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Radiology. 2007 Aug;244(2):464-70.

Combination of radiofrequency ablation with antiangiogenic therapy for tumor ablation efficacy: study in mice.

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  • 1Laboratory for Minimally Invasive Tumor Therapy, Department of Radiology, Beth Israel Deaconess Medical Center, 1 Deaconess Rd, WCC 308B, Boston, MA 02215, USA.



To prospectively determine whether modulation of renal cell carcinoma (RCC) tumor microvasculature by using the antiangiogenic drug sorafenib could increase the extent of radiofrequency (RF)-induced coagulation in an RCC animal tumor model.


All investigations received animal care and utilization committee approval. RCC (human 786-0) was implanted subcutaneously into 27 nude mice. Sixteen mice were randomly assigned into one of three groups when tumors reached 12 mm in diameter: Six mice received 80 mg of sorafenib, a Raf kinase and vascular endothelial growth factor receptor inhibitor, per kilogram of body weight; five mice received 20 mg/kg sorafenib; and five mice received a control carrier vehicle alone. Antiangiogenic therapy was administered until a mean 1-mm reduction in tumor diameter was noted in one group. These 16 mice received a standard dose of RF ablation. Ablation size was visualized by using 2% triphenyltetrazolium chloride. An additional 11 tumors in mice treated with sorafenib alone were stained with CD31 to determine microvascular density (MVD). Resultant size of ablation was compared among groups; statistical significance was determined with analysis of variance. Differences in MVD were assessed with the Kruskal-Wallis test.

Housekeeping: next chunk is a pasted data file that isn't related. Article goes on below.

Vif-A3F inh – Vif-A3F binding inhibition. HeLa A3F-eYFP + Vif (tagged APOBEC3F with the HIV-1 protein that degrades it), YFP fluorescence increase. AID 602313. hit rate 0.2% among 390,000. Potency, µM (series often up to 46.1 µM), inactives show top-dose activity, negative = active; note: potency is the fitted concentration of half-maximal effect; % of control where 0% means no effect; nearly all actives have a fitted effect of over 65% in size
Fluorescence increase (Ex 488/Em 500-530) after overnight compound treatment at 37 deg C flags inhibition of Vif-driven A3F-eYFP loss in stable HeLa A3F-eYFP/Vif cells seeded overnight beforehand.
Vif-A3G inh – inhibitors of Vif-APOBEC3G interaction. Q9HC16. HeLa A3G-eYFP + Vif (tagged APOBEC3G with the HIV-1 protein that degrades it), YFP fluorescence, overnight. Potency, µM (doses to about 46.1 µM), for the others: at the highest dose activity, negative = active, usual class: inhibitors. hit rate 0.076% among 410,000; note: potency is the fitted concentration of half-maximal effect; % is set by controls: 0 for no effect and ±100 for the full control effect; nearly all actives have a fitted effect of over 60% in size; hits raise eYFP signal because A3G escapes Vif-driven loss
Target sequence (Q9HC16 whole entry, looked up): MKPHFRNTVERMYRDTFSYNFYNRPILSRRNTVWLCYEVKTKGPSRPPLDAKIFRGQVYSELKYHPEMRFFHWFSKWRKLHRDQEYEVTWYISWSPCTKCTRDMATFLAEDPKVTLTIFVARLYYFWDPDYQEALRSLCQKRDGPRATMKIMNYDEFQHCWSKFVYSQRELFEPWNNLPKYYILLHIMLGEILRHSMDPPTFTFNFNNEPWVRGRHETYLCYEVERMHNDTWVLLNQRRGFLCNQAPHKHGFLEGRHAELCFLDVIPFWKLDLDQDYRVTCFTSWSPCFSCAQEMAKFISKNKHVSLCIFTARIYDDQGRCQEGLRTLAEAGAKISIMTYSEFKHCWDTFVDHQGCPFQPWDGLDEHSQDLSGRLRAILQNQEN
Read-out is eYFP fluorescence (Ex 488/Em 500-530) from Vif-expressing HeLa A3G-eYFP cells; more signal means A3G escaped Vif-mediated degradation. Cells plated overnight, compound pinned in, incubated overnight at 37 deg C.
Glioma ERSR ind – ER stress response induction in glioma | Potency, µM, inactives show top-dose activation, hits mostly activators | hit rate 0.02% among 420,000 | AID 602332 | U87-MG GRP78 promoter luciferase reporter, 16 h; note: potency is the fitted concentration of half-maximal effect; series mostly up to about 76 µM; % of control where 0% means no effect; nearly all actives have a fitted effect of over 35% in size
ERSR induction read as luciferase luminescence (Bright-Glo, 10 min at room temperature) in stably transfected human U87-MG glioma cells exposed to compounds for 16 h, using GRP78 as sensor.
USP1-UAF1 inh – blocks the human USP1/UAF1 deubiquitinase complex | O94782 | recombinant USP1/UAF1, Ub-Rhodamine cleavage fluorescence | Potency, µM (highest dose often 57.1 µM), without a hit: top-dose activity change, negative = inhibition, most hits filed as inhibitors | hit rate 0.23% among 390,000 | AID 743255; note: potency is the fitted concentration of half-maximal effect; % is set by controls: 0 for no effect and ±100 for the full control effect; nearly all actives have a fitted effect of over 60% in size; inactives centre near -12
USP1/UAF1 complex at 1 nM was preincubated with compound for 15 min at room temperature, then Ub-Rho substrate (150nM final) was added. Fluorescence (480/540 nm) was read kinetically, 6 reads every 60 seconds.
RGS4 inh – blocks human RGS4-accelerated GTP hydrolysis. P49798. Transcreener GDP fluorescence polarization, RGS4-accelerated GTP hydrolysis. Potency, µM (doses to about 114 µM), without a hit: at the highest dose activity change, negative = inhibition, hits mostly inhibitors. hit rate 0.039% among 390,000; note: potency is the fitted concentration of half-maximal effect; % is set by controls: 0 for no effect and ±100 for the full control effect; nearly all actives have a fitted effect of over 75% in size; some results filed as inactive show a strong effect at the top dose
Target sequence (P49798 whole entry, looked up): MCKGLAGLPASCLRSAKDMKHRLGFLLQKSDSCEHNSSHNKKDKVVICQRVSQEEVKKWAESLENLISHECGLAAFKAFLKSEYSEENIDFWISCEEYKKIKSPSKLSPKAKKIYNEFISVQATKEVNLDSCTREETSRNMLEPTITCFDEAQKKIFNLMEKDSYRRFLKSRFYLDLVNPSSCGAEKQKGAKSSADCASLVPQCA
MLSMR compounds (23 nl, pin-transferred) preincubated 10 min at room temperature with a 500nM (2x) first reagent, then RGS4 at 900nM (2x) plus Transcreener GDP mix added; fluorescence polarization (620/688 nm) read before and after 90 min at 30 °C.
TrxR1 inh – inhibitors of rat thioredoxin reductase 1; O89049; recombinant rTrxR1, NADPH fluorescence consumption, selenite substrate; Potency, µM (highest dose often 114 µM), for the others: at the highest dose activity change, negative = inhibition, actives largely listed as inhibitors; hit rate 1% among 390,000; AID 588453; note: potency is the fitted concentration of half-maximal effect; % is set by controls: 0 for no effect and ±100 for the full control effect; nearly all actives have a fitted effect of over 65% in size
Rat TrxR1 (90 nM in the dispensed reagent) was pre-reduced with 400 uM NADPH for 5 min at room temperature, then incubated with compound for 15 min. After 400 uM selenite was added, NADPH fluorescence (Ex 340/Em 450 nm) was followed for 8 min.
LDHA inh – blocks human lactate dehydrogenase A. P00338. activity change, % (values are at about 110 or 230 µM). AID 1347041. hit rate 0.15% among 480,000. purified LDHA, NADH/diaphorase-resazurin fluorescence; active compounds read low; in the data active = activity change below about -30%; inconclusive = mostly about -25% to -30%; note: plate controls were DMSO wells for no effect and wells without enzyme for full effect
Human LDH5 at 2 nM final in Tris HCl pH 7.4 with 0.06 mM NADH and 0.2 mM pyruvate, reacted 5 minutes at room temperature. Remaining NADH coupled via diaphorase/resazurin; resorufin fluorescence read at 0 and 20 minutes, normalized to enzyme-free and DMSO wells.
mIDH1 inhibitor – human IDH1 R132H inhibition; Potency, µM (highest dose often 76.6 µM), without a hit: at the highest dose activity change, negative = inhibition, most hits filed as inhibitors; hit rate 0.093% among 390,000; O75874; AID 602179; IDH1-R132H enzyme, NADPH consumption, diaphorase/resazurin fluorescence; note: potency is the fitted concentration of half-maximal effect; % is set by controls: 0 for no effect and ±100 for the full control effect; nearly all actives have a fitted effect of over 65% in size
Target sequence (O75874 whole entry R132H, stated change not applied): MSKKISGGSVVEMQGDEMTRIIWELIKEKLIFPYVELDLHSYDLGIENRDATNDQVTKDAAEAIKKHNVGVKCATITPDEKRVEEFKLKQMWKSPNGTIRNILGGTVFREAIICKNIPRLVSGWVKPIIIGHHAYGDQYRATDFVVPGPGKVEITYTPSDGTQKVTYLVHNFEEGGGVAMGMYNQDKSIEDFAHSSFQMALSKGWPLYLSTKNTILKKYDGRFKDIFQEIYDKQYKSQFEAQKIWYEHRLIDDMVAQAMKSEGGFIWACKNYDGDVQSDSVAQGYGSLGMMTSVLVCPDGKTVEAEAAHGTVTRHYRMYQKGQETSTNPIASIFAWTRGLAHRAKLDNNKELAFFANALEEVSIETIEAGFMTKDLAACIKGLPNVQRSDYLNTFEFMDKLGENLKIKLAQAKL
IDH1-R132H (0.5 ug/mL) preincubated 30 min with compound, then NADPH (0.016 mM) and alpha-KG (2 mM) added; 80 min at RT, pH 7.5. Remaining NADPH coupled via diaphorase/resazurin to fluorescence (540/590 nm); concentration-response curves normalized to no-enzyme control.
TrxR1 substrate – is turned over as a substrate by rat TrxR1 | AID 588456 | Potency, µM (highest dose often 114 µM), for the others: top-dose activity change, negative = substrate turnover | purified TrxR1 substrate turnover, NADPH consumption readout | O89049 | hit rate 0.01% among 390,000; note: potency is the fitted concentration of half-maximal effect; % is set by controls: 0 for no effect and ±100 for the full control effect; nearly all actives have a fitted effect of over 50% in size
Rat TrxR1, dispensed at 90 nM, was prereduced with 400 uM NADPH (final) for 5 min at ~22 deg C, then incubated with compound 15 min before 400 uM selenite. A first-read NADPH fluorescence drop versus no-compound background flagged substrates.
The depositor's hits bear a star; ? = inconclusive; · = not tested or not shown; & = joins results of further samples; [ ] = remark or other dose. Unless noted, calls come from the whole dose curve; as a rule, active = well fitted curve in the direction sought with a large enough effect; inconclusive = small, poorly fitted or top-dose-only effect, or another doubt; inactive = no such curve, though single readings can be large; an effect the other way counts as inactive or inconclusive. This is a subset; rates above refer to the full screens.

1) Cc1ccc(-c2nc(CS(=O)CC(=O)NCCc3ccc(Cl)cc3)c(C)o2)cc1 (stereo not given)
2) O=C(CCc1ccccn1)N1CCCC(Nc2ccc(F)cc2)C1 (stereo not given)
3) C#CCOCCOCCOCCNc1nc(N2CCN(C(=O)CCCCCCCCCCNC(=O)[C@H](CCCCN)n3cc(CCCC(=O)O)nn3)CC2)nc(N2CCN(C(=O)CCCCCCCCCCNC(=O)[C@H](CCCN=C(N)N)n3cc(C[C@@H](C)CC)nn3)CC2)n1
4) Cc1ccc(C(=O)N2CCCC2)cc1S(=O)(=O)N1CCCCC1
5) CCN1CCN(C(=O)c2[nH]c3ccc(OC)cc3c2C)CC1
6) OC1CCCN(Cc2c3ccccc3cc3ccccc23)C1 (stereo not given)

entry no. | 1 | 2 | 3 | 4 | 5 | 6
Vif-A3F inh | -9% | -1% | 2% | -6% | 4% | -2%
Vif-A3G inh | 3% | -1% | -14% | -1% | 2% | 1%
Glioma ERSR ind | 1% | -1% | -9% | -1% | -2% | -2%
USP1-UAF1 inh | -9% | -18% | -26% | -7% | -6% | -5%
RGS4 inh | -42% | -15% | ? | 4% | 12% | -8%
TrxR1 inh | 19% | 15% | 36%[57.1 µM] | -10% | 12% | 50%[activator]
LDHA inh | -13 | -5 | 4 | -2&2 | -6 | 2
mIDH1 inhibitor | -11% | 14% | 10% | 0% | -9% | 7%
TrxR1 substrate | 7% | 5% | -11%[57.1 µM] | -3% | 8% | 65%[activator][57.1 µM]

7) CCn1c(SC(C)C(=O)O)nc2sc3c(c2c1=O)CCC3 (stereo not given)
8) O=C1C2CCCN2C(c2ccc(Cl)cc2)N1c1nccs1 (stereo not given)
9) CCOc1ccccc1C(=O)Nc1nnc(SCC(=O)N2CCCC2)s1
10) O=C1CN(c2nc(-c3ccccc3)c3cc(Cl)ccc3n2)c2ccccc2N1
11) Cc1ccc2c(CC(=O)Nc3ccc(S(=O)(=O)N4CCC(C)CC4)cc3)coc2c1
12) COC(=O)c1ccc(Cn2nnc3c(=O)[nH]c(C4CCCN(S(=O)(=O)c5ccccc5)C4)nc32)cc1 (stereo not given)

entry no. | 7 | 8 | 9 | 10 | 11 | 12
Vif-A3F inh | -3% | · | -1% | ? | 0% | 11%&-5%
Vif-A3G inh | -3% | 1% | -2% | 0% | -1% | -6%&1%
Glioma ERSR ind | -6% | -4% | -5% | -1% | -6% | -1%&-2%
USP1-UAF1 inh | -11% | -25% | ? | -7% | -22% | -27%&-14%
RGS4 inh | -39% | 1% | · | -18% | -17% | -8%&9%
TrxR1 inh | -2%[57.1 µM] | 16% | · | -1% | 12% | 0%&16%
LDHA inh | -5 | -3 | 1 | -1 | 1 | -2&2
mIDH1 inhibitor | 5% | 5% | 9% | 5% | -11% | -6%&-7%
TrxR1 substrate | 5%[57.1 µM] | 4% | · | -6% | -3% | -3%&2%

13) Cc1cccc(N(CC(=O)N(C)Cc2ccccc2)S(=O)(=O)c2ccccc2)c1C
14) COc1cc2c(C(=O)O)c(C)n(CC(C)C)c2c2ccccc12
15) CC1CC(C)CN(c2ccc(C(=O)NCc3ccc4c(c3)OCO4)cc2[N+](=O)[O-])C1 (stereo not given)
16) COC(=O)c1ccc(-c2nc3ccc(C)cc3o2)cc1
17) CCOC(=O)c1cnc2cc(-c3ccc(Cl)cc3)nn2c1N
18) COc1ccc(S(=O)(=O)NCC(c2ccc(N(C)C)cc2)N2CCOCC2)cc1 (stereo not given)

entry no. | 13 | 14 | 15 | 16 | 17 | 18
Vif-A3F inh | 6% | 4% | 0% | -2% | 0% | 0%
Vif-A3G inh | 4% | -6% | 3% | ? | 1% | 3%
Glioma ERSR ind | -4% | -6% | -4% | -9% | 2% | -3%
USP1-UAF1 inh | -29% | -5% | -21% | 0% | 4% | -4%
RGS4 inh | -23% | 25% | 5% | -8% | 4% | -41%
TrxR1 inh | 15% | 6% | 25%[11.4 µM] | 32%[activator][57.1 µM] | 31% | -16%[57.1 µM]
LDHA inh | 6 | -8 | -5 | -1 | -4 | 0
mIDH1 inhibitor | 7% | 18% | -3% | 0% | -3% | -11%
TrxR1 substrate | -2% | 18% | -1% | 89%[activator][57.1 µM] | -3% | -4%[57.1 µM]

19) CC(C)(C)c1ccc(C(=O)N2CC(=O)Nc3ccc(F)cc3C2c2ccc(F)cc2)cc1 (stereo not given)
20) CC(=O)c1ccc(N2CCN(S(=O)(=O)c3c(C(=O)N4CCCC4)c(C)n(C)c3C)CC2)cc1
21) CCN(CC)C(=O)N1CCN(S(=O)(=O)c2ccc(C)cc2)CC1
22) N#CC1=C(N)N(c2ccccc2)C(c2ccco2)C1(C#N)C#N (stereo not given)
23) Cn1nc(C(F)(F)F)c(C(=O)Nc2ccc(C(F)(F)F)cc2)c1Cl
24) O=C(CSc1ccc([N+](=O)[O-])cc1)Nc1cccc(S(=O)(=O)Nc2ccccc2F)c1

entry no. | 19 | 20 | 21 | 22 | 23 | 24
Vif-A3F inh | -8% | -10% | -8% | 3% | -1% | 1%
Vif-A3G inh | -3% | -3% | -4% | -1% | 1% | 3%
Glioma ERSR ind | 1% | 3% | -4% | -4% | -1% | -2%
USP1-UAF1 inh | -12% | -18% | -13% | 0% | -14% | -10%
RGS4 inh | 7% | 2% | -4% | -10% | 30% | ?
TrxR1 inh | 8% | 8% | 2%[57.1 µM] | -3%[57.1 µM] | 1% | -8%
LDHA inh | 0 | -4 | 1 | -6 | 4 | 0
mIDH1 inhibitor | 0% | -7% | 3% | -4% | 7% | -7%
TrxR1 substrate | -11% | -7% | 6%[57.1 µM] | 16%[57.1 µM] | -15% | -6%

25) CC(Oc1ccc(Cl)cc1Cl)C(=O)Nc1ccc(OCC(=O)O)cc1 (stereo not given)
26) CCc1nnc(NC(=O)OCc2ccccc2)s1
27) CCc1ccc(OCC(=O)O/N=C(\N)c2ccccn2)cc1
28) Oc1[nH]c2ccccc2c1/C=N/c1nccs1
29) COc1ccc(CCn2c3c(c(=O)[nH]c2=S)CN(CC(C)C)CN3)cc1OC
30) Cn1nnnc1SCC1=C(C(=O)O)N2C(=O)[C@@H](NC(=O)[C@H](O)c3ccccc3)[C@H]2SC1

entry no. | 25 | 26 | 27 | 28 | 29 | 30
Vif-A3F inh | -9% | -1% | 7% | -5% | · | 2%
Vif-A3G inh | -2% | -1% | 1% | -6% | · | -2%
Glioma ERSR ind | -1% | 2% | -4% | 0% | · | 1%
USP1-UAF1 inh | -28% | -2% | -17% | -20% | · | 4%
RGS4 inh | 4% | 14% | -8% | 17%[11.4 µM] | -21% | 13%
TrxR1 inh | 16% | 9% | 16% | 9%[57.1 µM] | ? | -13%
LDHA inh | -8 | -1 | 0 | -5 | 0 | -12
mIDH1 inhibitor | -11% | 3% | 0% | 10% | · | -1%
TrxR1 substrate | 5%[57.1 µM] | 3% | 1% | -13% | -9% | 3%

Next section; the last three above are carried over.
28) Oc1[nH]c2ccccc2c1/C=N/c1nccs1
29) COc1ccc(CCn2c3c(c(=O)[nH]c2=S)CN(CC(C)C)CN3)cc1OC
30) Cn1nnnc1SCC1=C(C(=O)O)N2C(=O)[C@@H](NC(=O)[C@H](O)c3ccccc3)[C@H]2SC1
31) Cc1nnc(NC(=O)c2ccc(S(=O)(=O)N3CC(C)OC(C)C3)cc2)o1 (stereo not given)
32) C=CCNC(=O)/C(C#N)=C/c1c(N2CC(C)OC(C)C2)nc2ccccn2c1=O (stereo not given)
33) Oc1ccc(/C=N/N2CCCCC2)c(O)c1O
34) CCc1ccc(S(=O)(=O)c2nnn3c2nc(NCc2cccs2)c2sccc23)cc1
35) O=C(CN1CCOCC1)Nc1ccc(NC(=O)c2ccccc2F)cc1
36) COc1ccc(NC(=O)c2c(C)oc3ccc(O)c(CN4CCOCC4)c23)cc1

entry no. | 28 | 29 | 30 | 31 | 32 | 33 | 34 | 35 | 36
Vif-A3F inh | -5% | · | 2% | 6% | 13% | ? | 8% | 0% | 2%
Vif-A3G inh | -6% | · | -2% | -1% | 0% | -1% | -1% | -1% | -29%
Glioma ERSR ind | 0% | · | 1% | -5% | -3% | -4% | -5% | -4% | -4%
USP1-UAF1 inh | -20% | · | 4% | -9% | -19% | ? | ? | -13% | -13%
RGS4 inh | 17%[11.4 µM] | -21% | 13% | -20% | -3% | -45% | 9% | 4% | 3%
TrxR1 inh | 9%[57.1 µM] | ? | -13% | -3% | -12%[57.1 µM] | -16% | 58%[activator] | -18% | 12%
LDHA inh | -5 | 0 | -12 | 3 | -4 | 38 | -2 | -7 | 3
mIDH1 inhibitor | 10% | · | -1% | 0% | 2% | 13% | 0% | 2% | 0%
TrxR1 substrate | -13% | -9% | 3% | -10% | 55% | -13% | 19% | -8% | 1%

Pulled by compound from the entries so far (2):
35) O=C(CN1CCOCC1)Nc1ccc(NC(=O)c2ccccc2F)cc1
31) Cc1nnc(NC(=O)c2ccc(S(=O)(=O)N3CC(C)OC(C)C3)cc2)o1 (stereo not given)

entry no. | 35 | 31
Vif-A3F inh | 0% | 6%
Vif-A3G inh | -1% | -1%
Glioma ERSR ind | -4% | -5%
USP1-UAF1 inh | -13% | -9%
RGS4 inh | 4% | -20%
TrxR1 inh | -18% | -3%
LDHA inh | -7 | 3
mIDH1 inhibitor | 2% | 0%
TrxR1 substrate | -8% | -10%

Over the 9-day administration of sorafenib, mean tumor size in the control group reached 15.2 mm +/- 0.8 (standard deviation). Tumors in mice receiving 20 mg/kg and 80 mg/kg sorafenib measured 12.2 mm +/- 0.6 and 11.1 mm +/- 0.5, respectively (P < .05). RF-induced coagulation diameter was 8.5 mm +/- 0.4 and 11.1 mm +/- 0.3 in the 20 mg/kg and 80 mg/kg sorafenib groups, respectively, but was only 6.7 mm +/- 0.7 for animals that underwent RF ablation alone (P < .01). Likewise, significant decreases in MVD were noted in the sorafenib-treated animals (P < .01).


Treatment of RCC in nude mice with the antiangiogenic agent sorafenib resulted in markedly decreased MVD and significantly larger zones of RF-induced coagulation necrosis.

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